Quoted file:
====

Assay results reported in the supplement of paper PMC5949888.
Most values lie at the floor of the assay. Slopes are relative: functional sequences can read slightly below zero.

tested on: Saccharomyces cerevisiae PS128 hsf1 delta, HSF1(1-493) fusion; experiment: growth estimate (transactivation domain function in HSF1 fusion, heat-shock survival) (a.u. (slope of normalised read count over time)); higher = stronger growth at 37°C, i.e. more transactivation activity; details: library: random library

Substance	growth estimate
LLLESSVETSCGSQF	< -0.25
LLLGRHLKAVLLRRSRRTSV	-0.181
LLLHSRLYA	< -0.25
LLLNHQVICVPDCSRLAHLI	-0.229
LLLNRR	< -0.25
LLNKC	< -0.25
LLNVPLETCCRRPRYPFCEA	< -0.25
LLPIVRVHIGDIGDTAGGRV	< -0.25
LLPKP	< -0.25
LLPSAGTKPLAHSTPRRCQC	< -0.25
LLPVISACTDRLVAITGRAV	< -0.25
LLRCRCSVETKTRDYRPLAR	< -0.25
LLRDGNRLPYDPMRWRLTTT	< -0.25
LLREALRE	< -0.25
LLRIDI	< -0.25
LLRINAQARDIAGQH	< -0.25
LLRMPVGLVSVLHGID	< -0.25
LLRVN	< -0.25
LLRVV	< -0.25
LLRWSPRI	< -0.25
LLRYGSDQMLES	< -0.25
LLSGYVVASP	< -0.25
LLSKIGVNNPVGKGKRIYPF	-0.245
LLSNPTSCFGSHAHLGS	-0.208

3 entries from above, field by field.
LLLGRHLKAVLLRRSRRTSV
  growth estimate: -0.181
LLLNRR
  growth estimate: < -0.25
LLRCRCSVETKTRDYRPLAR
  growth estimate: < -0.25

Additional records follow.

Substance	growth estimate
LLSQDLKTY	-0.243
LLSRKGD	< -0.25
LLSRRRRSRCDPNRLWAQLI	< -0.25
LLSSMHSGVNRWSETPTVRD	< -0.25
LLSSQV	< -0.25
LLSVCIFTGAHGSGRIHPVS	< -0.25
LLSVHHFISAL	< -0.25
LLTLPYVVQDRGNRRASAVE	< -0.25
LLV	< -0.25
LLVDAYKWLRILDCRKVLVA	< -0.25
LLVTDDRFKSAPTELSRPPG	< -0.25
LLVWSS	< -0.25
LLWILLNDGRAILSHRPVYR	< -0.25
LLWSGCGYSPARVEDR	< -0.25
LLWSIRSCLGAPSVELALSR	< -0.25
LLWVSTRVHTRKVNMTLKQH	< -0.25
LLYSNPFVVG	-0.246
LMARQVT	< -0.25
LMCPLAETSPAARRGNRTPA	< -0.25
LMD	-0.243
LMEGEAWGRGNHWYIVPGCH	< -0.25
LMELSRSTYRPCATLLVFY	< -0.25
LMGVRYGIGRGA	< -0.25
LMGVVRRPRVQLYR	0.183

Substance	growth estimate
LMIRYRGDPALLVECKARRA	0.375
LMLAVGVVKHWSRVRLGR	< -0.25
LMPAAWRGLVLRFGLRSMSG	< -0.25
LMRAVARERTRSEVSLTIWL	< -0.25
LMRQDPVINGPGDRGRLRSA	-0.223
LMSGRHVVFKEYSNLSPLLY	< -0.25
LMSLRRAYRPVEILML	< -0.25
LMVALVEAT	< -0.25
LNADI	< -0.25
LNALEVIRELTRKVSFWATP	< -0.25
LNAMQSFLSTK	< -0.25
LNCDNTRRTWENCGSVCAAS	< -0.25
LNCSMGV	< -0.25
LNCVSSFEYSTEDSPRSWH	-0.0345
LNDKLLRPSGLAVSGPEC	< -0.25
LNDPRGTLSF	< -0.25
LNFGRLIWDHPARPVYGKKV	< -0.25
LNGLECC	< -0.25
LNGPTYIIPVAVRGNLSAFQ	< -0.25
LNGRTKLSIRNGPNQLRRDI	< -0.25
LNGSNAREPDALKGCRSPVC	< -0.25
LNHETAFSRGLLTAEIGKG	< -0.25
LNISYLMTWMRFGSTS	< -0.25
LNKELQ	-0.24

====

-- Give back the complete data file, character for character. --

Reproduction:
Assay results reported in the supplement of paper PMC5949888.
Most values lie at the floor of the assay. Slopes are relative: functional sequences can read slightly below zero.

tested on: Saccharomyces cerevisiae PS128 hsf1 delta, HSF1(1-493) fusion; experiment: growth estimate (transactivation domain function in HSF1 fusion, heat-shock survival) (a.u. (slope of normalised read count over time)); higher = stronger growth at 37°C, i.e. more transactivation activity; details: library: random library

Substance	growth estimate
LLLESSVETSCGSQF	< -0.25
LLLGRHLKAVLLRRSRRTSV	-0.181
LLLHSRLYA	< -0.25
LLLNHQVICVPDCSRLAHLI	-0.229
LLLNRR	< -0.25
LLNKC	< -0.25
LLNVPLETCCRRPRYPFCEA	< -0.25
LLPIVRVHIGDIGDTAGGRV	< -0.25
LLPKP	< -0.25
LLPSAGTKPLAHSTPRRCQC	< -0.25
LLPVISACTDRLVAITGRAV	< -0.25
LLRCRCSVETKTRDYRPLAR	< -0.25
LLRDGNRLPYDPMRWRLTTT	< -0.25
LLREALRE	< -0.25
LLRIDI	< -0.25
LLRINAQARDIAGQH	< -0.25
LLRMPVGLVSVLHGID	< -0.25
LLRVN	< -0.25
LLRVV	< -0.25
LLRWSPRI	< -0.25
LLRYGSDQMLES	< -0.25
LLSGYVVASP	< -0.25
LLSKIGVNNPVGKGKRIYPF	-0.245
LLSNPTSCFGSHAHLGS	-0.208

3 entries from above, field by field.
LLLGRHLKAVLLRRSRRTSV
  growth estimate: -0.181
LLLNRR
  growth estimate: < -0.25
LLRCRCSVETKTRDYRPLAR
  growth estimate: < -0.25

Additional records follow.

Substance	growth estimate
LLSQDLKTY	-0.243
LLSRKGD	< -0.25
LLSRRRRSRCDPNRLWAQLI	< -0.25
LLSSMHSGVNRWSETPTVRD	< -0.25
LLSSQV	< -0.25
LLSVCIFTGAHGSGRIHPVS	< -0.25
LLSVHHFISAL	< -0.25
LLTLPYVVQDRGNRRASAVE	< -0.25
LLV	< -0.25
LLVDAYKWLRILDCRKVLVA	< -0.25
LLVTDDRFKSAPTELSRPPG	< -0.25
LLVWSS	< -0.25
LLWILLNDGRAILSHRPVYR	< -0.25
LLWSGCGYSPARVEDR	< -0.25
LLWSIRSCLGAPSVELALSR	< -0.25
LLWVSTRVHTRKVNMTLKQH	< -0.25
LLYSNPFVVG	-0.246
LMARQVT	< -0.25
LMCPLAETSPAARRGNRTPA	< -0.25
LMD	-0.243
LMEGEAWGRGNHWYIVPGCH	< -0.25
LMELSRSTYRPCATLLVFY	< -0.25
LMGVRYGIGRGA	< -0.25
LMGVVRRPRVQLYR	0.183

Substance	growth estimate
LMIRYRGDPALLVECKARRA	0.375
LMLAVGVVKHWSRVRLGR	< -0.25
LMPAAWRGLVLRFGLRSMSG	< -0.25
LMRAVARERTRSEVSLTIWL	< -0.25
LMRQDPVINGPGDRGRLRSA	-0.223
LMSGRHVVFKEYSNLSPLLY	< -0.25
LMSLRRAYRPVEILML	< -0.25
LMVALVEAT	< -0.25
LNADI	< -0.25
LNALEVIRELTRKVSFWATP	< -0.25
LNAMQSFLSTK	< -0.25
LNCDNTRRTWENCGSVCAAS	< -0.25
LNCSMGV	< -0.25
LNCVSSFEYSTEDSPRSWH	-0.0345
LNDKLLRPSGLAVSGPEC	< -0.25
LNDPRGTLSF	< -0.25
LNFGRLIWDHPARPVYGKKV	< -0.25
LNGLECC	< -0.25
LNGPTYIIPVAVRGNLSAFQ	< -0.25
LNGRTKLSIRNGPNQLRRDI	< -0.25
LNGSNAREPDALKGCRSPVC	< -0.25
LNHETAFSRGLLTAEIGKG	< -0.25
LNISYLMTWMRFGSTS	< -0.25
LNKELQ	-0.24